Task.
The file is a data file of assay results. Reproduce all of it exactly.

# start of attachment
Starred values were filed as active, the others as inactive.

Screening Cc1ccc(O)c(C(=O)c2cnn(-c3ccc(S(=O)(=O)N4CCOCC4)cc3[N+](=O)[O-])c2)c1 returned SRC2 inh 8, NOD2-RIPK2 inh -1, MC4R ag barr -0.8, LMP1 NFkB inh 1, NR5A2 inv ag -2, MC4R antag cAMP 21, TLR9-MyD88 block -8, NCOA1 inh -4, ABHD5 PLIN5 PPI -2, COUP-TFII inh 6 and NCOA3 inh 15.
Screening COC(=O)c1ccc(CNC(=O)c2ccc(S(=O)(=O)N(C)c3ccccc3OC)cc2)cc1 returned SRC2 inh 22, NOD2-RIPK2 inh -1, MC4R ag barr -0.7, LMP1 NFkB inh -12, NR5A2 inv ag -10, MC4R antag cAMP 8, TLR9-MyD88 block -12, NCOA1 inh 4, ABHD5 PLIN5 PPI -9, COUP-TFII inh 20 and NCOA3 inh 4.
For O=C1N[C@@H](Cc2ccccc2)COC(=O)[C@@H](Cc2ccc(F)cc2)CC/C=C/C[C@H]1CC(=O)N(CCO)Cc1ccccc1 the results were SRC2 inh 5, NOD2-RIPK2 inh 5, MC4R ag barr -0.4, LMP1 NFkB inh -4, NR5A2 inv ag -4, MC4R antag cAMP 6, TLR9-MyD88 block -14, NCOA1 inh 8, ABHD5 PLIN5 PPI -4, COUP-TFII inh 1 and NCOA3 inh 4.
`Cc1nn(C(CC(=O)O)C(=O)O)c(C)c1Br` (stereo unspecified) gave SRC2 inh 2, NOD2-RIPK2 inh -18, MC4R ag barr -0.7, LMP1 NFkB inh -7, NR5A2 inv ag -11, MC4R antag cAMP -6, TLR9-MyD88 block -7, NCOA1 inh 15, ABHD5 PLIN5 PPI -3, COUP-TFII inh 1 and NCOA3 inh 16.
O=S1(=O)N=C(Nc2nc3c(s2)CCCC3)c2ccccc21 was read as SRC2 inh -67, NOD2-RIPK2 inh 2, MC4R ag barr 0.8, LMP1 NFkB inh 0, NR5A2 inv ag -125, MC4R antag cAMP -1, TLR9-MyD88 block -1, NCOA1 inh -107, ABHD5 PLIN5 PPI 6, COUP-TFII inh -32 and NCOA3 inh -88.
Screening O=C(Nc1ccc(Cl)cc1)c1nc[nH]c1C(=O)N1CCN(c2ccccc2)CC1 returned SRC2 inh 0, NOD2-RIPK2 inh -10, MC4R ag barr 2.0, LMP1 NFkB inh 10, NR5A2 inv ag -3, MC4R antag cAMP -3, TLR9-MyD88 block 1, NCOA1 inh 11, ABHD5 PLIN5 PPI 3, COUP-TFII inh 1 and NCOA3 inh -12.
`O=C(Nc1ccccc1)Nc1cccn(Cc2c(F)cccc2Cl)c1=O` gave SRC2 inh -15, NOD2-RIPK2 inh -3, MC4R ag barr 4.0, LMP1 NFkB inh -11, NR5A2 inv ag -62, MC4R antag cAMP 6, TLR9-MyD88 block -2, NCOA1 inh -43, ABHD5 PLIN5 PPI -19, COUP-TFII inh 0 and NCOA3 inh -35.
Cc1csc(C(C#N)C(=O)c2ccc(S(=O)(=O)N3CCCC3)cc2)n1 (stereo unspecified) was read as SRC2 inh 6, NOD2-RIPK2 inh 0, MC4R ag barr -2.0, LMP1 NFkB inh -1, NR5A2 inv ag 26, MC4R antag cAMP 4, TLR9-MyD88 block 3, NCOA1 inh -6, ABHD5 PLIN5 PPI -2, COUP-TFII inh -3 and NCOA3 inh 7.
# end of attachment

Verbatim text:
Starred values were filed as active, the others as inactive.

Screening Cc1ccc(O)c(C(=O)c2cnn(-c3ccc(S(=O)(=O)N4CCOCC4)cc3[N+](=O)[O-])c2)c1 returned SRC2 inh 8, NOD2-RIPK2 inh -1, MC4R ag barr -0.8, LMP1 NFkB inh 1, NR5A2 inv ag -2, MC4R antag cAMP 21, TLR9-MyD88 block -8, NCOA1 inh -4, ABHD5 PLIN5 PPI -2, COUP-TFII inh 6 and NCOA3 inh 15.
Screening COC(=O)c1ccc(CNC(=O)c2ccc(S(=O)(=O)N(C)c3ccccc3OC)cc2)cc1 returned SRC2 inh 22, NOD2-RIPK2 inh -1, MC4R ag barr -0.7, LMP1 NFkB inh -12, NR5A2 inv ag -10, MC4R antag cAMP 8, TLR9-MyD88 block -12, NCOA1 inh 4, ABHD5 PLIN5 PPI -9, COUP-TFII inh 20 and NCOA3 inh 4.
For O=C1N[C@@H](Cc2ccccc2)COC(=O)[C@@H](Cc2ccc(F)cc2)CC/C=C/C[C@H]1CC(=O)N(CCO)Cc1ccccc1 the results were SRC2 inh 5, NOD2-RIPK2 inh 5, MC4R ag barr -0.4, LMP1 NFkB inh -4, NR5A2 inv ag -4, MC4R antag cAMP 6, TLR9-MyD88 block -14, NCOA1 inh 8, ABHD5 PLIN5 PPI -4, COUP-TFII inh 1 and NCOA3 inh 4.
`Cc1nn(C(CC(=O)O)C(=O)O)c(C)c1Br` (stereo unspecified) gave SRC2 inh 2, NOD2-RIPK2 inh -18, MC4R ag barr -0.7, LMP1 NFkB inh -7, NR5A2 inv ag -11, MC4R antag cAMP -6, TLR9-MyD88 block -7, NCOA1 inh 15, ABHD5 PLIN5 PPI -3, COUP-TFII inh 1 and NCOA3 inh 16.
O=S1(=O)N=C(Nc2nc3c(s2)CCCC3)c2ccccc21 was read as SRC2 inh -67, NOD2-RIPK2 inh 2, MC4R ag barr 0.8, LMP1 NFkB inh 0, NR5A2 inv ag -125, MC4R antag cAMP -1, TLR9-MyD88 block -1, NCOA1 inh -107, ABHD5 PLIN5 PPI 6, COUP-TFII inh -32 and NCOA3 inh -88.
Screening O=C(Nc1ccc(Cl)cc1)c1nc[nH]c1C(=O)N1CCN(c2ccccc2)CC1 returned SRC2 inh 0, NOD2-RIPK2 inh -10, MC4R ag barr 2.0, LMP1 NFkB inh 10, NR5A2 inv ag -3, MC4R antag cAMP -3, TLR9-MyD88 block 1, NCOA1 inh 11, ABHD5 PLIN5 PPI 3, COUP-TFII inh 1 and NCOA3 inh -12.
`O=C(Nc1ccccc1)Nc1cccn(Cc2c(F)cccc2Cl)c1=O` gave SRC2 inh -15, NOD2-RIPK2 inh -3, MC4R ag barr 4.0, LMP1 NFkB inh -11, NR5A2 inv ag -62, MC4R antag cAMP 6, TLR9-MyD88 block -2, NCOA1 inh -43, ABHD5 PLIN5 PPI -19, COUP-TFII inh 0 and NCOA3 inh -35.
Cc1csc(C(C#N)C(=O)c2ccc(S(=O)(=O)N3CCCC3)cc2)n1 (stereo unspecified) was read as SRC2 inh 6, NOD2-RIPK2 inh 0, MC4R ag barr -2.0, LMP1 NFkB inh -1, NR5A2 inv ag 26, MC4R antag cAMP 4, TLR9-MyD88 block 3, NCOA1 inh -6, ABHD5 PLIN5 PPI -2, COUP-TFII inh -3 and NCOA3 inh 7.